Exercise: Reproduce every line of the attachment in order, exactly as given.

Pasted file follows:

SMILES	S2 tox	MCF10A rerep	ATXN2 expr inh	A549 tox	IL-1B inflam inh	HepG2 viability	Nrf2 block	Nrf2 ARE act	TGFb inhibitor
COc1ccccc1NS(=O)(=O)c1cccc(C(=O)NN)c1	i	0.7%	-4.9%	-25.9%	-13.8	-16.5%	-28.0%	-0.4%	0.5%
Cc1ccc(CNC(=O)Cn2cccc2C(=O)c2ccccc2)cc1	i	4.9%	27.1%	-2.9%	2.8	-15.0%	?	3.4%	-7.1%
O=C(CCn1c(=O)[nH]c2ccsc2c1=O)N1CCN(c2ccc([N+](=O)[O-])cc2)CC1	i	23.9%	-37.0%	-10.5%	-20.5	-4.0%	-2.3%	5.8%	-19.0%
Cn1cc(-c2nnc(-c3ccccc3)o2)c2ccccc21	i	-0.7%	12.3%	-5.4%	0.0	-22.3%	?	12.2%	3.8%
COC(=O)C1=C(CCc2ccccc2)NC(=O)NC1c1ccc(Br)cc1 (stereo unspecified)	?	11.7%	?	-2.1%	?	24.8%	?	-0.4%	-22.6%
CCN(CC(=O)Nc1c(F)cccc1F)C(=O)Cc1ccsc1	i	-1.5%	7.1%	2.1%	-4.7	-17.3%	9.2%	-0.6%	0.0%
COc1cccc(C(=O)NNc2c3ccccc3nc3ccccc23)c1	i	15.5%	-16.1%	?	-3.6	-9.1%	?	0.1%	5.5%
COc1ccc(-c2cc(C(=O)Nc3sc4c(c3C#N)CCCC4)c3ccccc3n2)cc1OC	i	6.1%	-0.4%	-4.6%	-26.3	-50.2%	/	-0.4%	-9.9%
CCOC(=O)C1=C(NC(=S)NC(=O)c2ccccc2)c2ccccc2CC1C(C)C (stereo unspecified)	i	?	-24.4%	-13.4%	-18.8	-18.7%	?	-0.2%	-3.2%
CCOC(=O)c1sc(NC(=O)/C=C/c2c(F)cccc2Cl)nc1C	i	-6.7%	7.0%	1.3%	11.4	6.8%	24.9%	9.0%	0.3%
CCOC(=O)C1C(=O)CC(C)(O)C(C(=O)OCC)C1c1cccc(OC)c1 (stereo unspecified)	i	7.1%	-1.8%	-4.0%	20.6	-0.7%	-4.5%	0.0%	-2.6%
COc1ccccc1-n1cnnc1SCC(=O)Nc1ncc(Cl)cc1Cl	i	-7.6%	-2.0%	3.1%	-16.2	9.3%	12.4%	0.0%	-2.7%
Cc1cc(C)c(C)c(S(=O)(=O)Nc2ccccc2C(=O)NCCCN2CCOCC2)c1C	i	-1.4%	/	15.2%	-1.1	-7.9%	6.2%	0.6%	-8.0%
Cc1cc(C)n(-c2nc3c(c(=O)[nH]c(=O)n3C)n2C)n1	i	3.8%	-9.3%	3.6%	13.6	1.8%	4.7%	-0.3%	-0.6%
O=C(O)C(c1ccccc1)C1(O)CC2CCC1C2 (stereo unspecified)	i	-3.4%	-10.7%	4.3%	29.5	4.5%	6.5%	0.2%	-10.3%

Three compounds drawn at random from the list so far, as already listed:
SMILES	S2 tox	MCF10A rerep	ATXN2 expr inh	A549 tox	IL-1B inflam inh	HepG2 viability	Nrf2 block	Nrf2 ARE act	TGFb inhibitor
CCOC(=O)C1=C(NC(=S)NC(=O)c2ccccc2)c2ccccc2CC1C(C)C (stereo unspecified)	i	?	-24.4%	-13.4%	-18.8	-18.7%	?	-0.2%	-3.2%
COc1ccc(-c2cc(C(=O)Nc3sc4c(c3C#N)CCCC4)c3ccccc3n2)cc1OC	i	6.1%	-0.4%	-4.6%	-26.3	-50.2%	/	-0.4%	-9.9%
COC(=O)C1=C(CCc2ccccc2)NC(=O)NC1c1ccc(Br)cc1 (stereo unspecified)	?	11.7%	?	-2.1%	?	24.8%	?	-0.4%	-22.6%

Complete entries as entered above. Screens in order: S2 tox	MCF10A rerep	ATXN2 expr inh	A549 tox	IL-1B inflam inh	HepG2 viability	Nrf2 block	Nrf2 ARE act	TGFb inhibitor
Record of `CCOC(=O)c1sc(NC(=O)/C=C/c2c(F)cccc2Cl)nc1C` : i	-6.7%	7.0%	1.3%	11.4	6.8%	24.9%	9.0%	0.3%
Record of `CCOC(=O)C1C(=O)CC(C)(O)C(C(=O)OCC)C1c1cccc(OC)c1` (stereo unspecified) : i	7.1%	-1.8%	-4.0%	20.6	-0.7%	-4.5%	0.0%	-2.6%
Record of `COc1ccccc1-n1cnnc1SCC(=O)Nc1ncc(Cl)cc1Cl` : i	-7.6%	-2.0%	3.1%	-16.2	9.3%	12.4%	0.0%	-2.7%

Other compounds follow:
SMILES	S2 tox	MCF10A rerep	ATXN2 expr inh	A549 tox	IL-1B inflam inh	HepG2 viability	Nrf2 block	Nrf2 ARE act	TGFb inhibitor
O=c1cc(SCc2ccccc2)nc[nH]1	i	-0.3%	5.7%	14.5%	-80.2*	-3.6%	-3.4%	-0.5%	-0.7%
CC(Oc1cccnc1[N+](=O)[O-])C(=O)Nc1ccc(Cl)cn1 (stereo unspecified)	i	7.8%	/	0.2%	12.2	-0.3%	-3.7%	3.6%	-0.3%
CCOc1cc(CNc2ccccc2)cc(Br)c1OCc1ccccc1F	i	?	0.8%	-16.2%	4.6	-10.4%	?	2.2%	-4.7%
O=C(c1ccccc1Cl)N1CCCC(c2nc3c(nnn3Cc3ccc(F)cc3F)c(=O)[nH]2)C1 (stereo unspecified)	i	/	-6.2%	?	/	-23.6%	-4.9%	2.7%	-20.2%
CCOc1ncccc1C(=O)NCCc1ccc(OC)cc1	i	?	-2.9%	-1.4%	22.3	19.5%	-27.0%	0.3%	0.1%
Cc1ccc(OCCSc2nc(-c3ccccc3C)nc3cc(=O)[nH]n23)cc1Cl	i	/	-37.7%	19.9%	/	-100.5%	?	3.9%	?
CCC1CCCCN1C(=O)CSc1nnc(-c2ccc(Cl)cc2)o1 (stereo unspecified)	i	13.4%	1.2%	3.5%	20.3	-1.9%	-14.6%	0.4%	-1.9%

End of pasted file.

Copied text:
SMILES	S2 tox	MCF10A rerep	ATXN2 expr inh	A549 tox	IL-1B inflam inh	HepG2 viability	Nrf2 block	Nrf2 ARE act	TGFb inhibitor
COc1ccccc1NS(=O)(=O)c1cccc(C(=O)NN)c1	i	0.7%	-4.9%	-25.9%	-13.8	-16.5%	-28.0%	-0.4%	0.5%
Cc1ccc(CNC(=O)Cn2cccc2C(=O)c2ccccc2)cc1	i	4.9%	27.1%	-2.9%	2.8	-15.0%	?	3.4%	-7.1%
O=C(CCn1c(=O)[nH]c2ccsc2c1=O)N1CCN(c2ccc([N+](=O)[O-])cc2)CC1	i	23.9%	-37.0%	-10.5%	-20.5	-4.0%	-2.3%	5.8%	-19.0%
Cn1cc(-c2nnc(-c3ccccc3)o2)c2ccccc21	i	-0.7%	12.3%	-5.4%	0.0	-22.3%	?	12.2%	3.8%
COC(=O)C1=C(CCc2ccccc2)NC(=O)NC1c1ccc(Br)cc1 (stereo unspecified)	?	11.7%	?	-2.1%	?	24.8%	?	-0.4%	-22.6%
CCN(CC(=O)Nc1c(F)cccc1F)C(=O)Cc1ccsc1	i	-1.5%	7.1%	2.1%	-4.7	-17.3%	9.2%	-0.6%	0.0%
COc1cccc(C(=O)NNc2c3ccccc3nc3ccccc23)c1	i	15.5%	-16.1%	?	-3.6	-9.1%	?	0.1%	5.5%
COc1ccc(-c2cc(C(=O)Nc3sc4c(c3C#N)CCCC4)c3ccccc3n2)cc1OC	i	6.1%	-0.4%	-4.6%	-26.3	-50.2%	/	-0.4%	-9.9%
CCOC(=O)C1=C(NC(=S)NC(=O)c2ccccc2)c2ccccc2CC1C(C)C (stereo unspecified)	i	?	-24.4%	-13.4%	-18.8	-18.7%	?	-0.2%	-3.2%
CCOC(=O)c1sc(NC(=O)/C=C/c2c(F)cccc2Cl)nc1C	i	-6.7%	7.0%	1.3%	11.4	6.8%	24.9%	9.0%	0.3%
CCOC(=O)C1C(=O)CC(C)(O)C(C(=O)OCC)C1c1cccc(OC)c1 (stereo unspecified)	i	7.1%	-1.8%	-4.0%	20.6	-0.7%	-4.5%	0.0%	-2.6%
COc1ccccc1-n1cnnc1SCC(=O)Nc1ncc(Cl)cc1Cl	i	-7.6%	-2.0%	3.1%	-16.2	9.3%	12.4%	0.0%	-2.7%
Cc1cc(C)c(C)c(S(=O)(=O)Nc2ccccc2C(=O)NCCCN2CCOCC2)c1C	i	-1.4%	/	15.2%	-1.1	-7.9%	6.2%	0.6%	-8.0%
Cc1cc(C)n(-c2nc3c(c(=O)[nH]c(=O)n3C)n2C)n1	i	3.8%	-9.3%	3.6%	13.6	1.8%	4.7%	-0.3%	-0.6%
O=C(O)C(c1ccccc1)C1(O)CC2CCC1C2 (stereo unspecified)	i	-3.4%	-10.7%	4.3%	29.5	4.5%	6.5%	0.2%	-10.3%

Three compounds drawn at random from the list so far, as already listed:
SMILES	S2 tox	MCF10A rerep	ATXN2 expr inh	A549 tox	IL-1B inflam inh	HepG2 viability	Nrf2 block	Nrf2 ARE act	TGFb inhibitor
CCOC(=O)C1=C(NC(=S)NC(=O)c2ccccc2)c2ccccc2CC1C(C)C (stereo unspecified)	i	?	-24.4%	-13.4%	-18.8	-18.7%	?	-0.2%	-3.2%
COc1ccc(-c2cc(C(=O)Nc3sc4c(c3C#N)CCCC4)c3ccccc3n2)cc1OC	i	6.1%	-0.4%	-4.6%	-26.3	-50.2%	/	-0.4%	-9.9%
COC(=O)C1=C(CCc2ccccc2)NC(=O)NC1c1ccc(Br)cc1 (stereo unspecified)	?	11.7%	?	-2.1%	?	24.8%	?	-0.4%	-22.6%

Complete entries as entered above. Screens in order: S2 tox	MCF10A rerep	ATXN2 expr inh	A549 tox	IL-1B inflam inh	HepG2 viability	Nrf2 block	Nrf2 ARE act	TGFb inhibitor
Record of `CCOC(=O)c1sc(NC(=O)/C=C/c2c(F)cccc2Cl)nc1C` : i	-6.7%	7.0%	1.3%	11.4	6.8%	24.9%	9.0%	0.3%
Record of `CCOC(=O)C1C(=O)CC(C)(O)C(C(=O)OCC)C1c1cccc(OC)c1` (stereo unspecified) : i	7.1%	-1.8%	-4.0%	20.6	-0.7%	-4.5%	0.0%	-2.6%
Record of `COc1ccccc1-n1cnnc1SCC(=O)Nc1ncc(Cl)cc1Cl` : i	-7.6%	-2.0%	3.1%	-16.2	9.3%	12.4%	0.0%	-2.7%

Other compounds follow:
SMILES	S2 tox	MCF10A rerep	ATXN2 expr inh	A549 tox	IL-1B inflam inh	HepG2 viability	Nrf2 block	Nrf2 ARE act	TGFb inhibitor
O=c1cc(SCc2ccccc2)nc[nH]1	i	-0.3%	5.7%	14.5%	-80.2*	-3.6%	-3.4%	-0.5%	-0.7%
CC(Oc1cccnc1[N+](=O)[O-])C(=O)Nc1ccc(Cl)cn1 (stereo unspecified)	i	7.8%	/	0.2%	12.2	-0.3%	-3.7%	3.6%	-0.3%
CCOc1cc(CNc2ccccc2)cc(Br)c1OCc1ccccc1F	i	?	0.8%	-16.2%	4.6	-10.4%	?	2.2%	-4.7%
O=C(c1ccccc1Cl)N1CCCC(c2nc3c(nnn3Cc3ccc(F)cc3F)c(=O)[nH]2)C1 (stereo unspecified)	i	/	-6.2%	?	/	-23.6%	-4.9%	2.7%	-20.2%
CCOc1ncccc1C(=O)NCCc1ccc(OC)cc1	i	?	-2.9%	-1.4%	22.3	19.5%	-27.0%	0.3%	0.1%
Cc1ccc(OCCSc2nc(-c3ccccc3C)nc3cc(=O)[nH]n23)cc1Cl	i	/	-37.7%	19.9%	/	-100.5%	?	3.9%	?
CCC1CCCCN1C(=O)CSc1nnc(-c2ccc(Cl)cc2)o1 (stereo unspecified)	i	13.4%	1.2%	3.5%	20.3	-1.9%	-14.6%	0.4%	-1.9%